Unbeknownst to them, at DeepMind, an extensive scientific paper detailing its system was already under review at Nature, according to John Jumper, who leads the AlphaFold project. DeepMind had submitted its manuscript to Nature on May 11.
At that point, the scientific community knew little about DeepMind’s timeline. That changed three days after Baker’s preprint became available, on June 18, when DeepMind CEO Demis Hassabis took to Twitter. “We’ve been heads down working flat out on our full methods paper (currently under review) with accompanying open source code and on providing broad free access to AlphaFold for the scientific community,” he wrote. “More very soon!”
On July 15, the very same day that Baker’s RoseTTAFold paper was published, Nature released DeepMind’s unedited but peer-reviewed AlphaFold2 manuscript. Simultaneously, DeepMind made the code for AlphaFold2 freely available on GitHub. And a week later, the team released an enormous database of 350,000 protein structures that had been predicted by its method. The revolutionary protein prediction tool, and a vast volume of its predictions, were at last in the hands of the scientific community.
According to Jumper, there’s a banal reason for why DeepMind’s paper and code weren’t released until more than seven months after the CASP presentation: “We weren’t ready to open source or put out this extremely detailed paper that day,” he says. Once the paper was submitted in May, and the team was working through the peer review process, Jumper says they tried to get the paper out as soon as possible. “We had honestly been pushing as fast as we could,” he says.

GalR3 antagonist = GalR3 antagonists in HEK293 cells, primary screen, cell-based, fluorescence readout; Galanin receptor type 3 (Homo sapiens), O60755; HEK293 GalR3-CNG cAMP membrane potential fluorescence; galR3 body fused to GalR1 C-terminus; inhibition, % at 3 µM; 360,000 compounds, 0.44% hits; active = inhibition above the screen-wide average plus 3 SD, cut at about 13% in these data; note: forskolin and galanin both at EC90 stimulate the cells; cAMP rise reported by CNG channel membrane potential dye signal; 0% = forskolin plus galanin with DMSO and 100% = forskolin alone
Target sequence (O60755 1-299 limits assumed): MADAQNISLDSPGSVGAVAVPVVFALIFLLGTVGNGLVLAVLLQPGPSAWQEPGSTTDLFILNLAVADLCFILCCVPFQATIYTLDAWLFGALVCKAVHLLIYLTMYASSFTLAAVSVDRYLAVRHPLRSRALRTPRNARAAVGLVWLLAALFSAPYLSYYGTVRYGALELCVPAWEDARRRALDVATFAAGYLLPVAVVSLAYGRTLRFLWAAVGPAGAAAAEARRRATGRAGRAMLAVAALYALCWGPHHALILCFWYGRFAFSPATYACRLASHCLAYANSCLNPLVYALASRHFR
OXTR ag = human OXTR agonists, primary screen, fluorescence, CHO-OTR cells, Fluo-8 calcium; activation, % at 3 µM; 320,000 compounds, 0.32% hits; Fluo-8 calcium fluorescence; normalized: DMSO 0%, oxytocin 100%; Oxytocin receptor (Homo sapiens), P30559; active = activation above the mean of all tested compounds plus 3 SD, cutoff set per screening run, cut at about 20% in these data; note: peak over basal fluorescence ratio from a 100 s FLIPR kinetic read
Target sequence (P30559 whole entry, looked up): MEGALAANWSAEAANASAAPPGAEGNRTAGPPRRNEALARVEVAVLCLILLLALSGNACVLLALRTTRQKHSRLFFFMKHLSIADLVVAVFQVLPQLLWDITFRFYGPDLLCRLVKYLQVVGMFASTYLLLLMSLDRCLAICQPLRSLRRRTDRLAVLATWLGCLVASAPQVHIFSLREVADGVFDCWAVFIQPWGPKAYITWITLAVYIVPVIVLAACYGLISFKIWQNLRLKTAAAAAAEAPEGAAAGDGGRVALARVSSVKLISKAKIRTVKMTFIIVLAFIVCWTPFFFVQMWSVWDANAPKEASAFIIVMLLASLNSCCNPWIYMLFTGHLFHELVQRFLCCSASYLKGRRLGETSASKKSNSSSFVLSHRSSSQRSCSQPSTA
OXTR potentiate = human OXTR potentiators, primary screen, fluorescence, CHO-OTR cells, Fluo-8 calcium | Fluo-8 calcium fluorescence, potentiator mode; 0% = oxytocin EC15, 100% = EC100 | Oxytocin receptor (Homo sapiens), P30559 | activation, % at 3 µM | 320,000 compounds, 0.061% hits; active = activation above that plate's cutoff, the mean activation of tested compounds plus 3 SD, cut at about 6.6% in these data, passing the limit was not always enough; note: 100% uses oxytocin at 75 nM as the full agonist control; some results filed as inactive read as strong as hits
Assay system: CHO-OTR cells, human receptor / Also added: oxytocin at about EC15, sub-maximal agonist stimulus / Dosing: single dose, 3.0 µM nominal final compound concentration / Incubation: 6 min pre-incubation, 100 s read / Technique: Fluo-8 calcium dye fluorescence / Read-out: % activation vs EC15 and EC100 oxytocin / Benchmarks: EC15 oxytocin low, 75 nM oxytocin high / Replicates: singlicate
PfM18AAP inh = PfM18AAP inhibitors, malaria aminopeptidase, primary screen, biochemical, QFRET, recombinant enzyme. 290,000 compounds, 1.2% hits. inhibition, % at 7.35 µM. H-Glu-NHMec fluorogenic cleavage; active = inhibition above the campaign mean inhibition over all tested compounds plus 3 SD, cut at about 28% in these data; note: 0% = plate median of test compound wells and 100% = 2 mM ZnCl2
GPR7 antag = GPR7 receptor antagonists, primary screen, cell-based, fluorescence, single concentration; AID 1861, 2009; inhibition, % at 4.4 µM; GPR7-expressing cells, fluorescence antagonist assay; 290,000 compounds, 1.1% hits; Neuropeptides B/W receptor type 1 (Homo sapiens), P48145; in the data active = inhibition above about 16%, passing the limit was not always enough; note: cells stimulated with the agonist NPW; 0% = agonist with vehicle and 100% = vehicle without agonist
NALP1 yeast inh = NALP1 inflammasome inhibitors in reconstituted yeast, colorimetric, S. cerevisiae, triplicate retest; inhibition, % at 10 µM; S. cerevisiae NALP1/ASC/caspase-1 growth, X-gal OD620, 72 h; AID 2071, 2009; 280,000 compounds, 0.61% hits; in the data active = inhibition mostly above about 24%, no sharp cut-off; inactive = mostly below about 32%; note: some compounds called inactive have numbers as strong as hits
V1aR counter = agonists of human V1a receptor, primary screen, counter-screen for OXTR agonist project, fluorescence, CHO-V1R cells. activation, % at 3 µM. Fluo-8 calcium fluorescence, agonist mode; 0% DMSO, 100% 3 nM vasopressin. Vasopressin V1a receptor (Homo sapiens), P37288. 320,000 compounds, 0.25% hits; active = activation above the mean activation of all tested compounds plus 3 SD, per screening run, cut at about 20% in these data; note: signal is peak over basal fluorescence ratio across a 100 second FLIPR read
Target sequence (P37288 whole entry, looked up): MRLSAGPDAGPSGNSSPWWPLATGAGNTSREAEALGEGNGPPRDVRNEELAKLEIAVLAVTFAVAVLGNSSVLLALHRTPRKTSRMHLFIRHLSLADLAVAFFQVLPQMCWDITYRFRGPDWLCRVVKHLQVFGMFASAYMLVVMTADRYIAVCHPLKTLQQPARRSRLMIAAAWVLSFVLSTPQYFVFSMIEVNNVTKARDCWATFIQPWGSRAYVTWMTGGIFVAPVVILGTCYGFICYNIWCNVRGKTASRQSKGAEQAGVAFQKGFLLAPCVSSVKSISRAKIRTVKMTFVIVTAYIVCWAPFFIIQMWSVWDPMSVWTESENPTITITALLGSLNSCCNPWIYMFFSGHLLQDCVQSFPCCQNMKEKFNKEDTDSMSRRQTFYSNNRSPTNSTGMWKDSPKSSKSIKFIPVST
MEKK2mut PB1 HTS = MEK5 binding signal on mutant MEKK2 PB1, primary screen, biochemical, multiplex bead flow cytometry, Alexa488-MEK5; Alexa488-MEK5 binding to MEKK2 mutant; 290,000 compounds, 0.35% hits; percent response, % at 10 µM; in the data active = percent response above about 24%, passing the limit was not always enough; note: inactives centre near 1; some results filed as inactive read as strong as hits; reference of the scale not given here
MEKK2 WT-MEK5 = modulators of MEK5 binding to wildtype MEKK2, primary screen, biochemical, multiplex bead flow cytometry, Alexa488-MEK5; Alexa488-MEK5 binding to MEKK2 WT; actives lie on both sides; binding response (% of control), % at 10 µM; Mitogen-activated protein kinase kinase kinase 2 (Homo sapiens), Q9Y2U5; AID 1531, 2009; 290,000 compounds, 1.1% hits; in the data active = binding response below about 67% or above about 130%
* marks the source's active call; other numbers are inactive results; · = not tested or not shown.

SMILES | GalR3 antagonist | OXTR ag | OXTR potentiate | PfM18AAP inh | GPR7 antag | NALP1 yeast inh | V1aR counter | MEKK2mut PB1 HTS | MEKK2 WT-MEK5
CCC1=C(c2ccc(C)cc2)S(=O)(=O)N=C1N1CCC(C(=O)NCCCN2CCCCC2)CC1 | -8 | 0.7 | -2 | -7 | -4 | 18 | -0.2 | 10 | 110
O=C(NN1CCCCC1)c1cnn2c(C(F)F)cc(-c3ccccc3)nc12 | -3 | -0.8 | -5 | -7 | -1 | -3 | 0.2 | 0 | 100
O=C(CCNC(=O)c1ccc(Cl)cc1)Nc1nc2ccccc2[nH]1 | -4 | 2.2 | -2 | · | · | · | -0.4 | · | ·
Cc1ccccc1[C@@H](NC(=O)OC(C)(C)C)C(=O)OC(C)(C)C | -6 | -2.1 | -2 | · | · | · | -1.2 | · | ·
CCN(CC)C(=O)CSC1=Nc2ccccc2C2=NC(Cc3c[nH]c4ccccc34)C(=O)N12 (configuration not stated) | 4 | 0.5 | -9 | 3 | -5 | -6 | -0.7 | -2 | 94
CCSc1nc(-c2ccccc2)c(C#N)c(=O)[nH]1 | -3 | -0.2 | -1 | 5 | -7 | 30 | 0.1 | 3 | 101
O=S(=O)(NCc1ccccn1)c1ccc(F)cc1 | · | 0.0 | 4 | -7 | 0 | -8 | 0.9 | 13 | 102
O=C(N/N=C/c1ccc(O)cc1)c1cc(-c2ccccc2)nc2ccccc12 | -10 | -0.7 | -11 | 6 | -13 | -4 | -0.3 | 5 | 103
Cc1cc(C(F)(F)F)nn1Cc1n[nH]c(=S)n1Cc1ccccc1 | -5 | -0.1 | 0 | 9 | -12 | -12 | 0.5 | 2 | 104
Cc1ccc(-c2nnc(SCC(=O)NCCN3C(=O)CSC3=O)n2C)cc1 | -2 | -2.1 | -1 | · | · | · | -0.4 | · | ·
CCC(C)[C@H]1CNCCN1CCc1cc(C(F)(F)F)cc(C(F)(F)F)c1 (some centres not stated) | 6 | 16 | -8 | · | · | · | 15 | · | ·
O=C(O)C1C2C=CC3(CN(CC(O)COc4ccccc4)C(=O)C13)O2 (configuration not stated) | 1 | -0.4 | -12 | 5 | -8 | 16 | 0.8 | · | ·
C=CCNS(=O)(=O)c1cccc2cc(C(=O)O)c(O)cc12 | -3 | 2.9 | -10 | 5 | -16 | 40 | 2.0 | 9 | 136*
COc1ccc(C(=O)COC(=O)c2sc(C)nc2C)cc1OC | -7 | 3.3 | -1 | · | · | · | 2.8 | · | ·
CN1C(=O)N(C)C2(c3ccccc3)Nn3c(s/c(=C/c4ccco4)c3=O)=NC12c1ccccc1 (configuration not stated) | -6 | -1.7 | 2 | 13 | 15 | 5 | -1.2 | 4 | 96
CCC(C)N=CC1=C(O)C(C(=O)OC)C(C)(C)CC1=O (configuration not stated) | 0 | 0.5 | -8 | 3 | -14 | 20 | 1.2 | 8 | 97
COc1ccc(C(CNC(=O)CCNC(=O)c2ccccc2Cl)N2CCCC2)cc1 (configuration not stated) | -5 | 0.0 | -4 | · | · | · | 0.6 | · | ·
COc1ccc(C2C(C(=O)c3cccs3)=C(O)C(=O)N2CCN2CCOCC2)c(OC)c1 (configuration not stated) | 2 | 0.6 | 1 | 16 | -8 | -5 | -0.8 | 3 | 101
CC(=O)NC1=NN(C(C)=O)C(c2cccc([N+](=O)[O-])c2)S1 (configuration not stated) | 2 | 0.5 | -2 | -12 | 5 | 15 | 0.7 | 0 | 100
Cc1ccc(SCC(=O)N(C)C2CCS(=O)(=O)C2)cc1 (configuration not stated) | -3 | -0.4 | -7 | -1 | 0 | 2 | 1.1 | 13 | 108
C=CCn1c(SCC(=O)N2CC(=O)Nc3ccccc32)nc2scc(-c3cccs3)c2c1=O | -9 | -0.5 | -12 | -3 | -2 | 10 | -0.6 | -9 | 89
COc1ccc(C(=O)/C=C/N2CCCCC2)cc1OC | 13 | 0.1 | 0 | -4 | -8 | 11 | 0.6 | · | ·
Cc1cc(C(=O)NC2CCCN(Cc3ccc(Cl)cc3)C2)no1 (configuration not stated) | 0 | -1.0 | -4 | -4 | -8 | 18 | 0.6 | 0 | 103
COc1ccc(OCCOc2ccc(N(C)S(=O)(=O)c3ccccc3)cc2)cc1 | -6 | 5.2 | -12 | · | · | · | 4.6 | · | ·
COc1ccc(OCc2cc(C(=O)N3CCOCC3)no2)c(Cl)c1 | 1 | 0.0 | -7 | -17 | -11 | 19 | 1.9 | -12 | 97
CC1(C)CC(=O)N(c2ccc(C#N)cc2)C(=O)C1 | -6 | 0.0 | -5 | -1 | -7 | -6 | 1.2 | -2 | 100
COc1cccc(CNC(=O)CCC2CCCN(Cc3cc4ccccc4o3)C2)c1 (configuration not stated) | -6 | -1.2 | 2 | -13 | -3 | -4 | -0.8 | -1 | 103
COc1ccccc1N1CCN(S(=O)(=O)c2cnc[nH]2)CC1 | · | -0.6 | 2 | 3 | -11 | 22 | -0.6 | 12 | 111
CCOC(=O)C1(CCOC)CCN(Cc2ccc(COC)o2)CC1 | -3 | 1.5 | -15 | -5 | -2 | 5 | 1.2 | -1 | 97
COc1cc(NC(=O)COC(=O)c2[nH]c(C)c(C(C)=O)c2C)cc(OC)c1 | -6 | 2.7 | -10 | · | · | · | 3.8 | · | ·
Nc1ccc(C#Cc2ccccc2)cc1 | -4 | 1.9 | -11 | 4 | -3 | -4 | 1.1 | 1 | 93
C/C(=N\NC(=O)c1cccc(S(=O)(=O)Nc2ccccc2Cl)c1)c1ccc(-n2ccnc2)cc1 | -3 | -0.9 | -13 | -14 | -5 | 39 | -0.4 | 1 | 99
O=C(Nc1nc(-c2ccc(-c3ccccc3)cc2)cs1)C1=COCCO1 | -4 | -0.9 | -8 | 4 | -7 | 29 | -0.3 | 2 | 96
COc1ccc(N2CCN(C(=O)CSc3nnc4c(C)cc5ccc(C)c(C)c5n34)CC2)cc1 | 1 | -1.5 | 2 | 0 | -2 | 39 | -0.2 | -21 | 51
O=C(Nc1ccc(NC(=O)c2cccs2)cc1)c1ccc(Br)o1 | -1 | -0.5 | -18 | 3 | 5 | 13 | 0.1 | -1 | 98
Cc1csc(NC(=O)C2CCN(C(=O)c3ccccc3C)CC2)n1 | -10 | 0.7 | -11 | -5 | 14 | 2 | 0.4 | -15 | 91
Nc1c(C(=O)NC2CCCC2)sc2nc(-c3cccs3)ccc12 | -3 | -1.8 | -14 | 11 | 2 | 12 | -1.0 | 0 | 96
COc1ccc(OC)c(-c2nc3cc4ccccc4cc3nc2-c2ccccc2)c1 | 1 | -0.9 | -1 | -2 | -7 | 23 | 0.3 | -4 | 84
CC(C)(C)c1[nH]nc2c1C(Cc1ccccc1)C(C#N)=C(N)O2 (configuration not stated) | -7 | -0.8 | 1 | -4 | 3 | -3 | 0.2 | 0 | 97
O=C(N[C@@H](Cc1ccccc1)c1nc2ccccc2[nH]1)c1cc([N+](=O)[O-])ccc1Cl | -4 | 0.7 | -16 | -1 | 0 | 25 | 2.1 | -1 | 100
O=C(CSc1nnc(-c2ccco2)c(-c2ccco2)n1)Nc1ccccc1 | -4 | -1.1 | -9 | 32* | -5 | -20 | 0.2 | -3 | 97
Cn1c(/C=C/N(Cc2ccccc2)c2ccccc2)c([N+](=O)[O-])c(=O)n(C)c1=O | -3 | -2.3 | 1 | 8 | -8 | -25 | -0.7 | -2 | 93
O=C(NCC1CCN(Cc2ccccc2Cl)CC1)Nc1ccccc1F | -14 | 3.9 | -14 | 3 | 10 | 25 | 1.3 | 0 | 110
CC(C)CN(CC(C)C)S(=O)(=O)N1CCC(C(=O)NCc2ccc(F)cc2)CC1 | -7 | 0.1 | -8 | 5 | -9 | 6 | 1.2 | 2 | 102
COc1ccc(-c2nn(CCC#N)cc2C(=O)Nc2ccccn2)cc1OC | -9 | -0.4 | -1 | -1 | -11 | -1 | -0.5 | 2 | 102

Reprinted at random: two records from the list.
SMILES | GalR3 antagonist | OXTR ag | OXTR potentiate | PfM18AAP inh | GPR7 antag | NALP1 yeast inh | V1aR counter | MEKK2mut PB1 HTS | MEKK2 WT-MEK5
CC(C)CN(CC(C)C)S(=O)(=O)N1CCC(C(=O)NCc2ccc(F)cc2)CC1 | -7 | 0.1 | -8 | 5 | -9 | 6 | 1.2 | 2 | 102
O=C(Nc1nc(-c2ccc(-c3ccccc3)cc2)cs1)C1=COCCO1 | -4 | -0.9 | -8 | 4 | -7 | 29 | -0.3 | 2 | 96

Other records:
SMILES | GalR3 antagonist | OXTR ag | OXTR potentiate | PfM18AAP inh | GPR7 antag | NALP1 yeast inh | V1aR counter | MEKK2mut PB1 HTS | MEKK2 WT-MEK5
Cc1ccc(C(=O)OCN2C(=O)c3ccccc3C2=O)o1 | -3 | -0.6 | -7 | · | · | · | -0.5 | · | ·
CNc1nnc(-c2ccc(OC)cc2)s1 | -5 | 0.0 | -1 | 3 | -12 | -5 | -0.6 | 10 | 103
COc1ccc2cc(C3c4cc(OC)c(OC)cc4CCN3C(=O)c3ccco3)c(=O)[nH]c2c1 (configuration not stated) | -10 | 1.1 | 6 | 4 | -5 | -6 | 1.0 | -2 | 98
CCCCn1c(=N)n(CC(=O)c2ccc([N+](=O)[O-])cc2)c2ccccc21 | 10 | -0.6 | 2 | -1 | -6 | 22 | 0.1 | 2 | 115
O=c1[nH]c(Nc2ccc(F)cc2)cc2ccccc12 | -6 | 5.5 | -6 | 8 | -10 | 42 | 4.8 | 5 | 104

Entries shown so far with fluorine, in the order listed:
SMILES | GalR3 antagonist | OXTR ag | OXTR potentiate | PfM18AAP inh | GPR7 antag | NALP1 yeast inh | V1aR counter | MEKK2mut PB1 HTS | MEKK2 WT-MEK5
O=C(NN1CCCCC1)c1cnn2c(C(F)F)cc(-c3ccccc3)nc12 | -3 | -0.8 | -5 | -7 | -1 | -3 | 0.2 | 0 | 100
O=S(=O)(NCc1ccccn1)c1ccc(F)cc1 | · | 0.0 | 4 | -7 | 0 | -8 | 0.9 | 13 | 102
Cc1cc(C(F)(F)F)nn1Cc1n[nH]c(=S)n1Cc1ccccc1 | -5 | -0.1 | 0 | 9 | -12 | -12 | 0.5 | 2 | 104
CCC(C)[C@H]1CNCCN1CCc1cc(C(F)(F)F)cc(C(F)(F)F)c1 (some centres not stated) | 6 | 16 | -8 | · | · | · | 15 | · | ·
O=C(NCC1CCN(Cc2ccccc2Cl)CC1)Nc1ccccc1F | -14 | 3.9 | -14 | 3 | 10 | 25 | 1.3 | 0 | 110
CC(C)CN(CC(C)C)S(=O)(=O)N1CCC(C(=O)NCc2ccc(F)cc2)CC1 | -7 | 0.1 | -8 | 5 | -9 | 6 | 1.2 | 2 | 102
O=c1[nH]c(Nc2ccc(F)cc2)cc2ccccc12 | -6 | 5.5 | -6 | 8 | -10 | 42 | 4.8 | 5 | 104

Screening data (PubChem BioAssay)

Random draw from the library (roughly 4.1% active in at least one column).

The DeepMind team’s manuscript was published through Nature’s Accelerated Article Preview workflow, which the journal most frequently uses for Covid-19 papers. In a statement to WIRED, a spokesperson for Nature wrote that this process is intended “as a service to our authors and readers, in the interests of making particularly noteworthy and time-sensitive peer reviewed research available as quickly as possible.”
Jumper and Pushmeet Kohli, lead of DeepMind’s science team, demurred about whether Baker’s paper factored into the timing of their Nature publication. “From our perspective, we contributed and submitted the paper in May, and so it was out of our hands, in some sense,” Kohli says.
But CASP organizer Moult believes that the University of Washington team’s work may have helped DeepMind scientists convince their parent company to make their research freely available on a shorter timescale. “My sense from knowing them—they are really outstanding scientists—is that they would like to be as open as possible,” Moult says. “There is some tension there, in that it’s a commercial enterprise, and in the end it’s got to make money somehow.” The company that owns DeepMind, Alphabet, has the fourth-highest market cap in the world.
Hassabis characterizes the release of AlphaFold2 as a benefit to both the scientific community and Alphabet. “This is all open science, and we’re giving this to humanity, no strings attached—the system, the code, and the database,” he said in an interview with WIRED. Asked whether there was any discussion about keeping the code private for commercial reasons, he said, “It’s a good question how we deliver value. Value can be delivered in a lot of different ways, right? One is obviously commercial, but there’s also prestige.”
Baker is quick to praise the DeepMind team for the thoroughness of their paper and code release. In a sense, he says, RoseTTAFold was a hedge against the possibility that DeepMind would not act in the spirit of scientific collaboration. “If they had been less enlightened and decided not to release the code, then there at least would have been a starting point for the world to build on,” he says.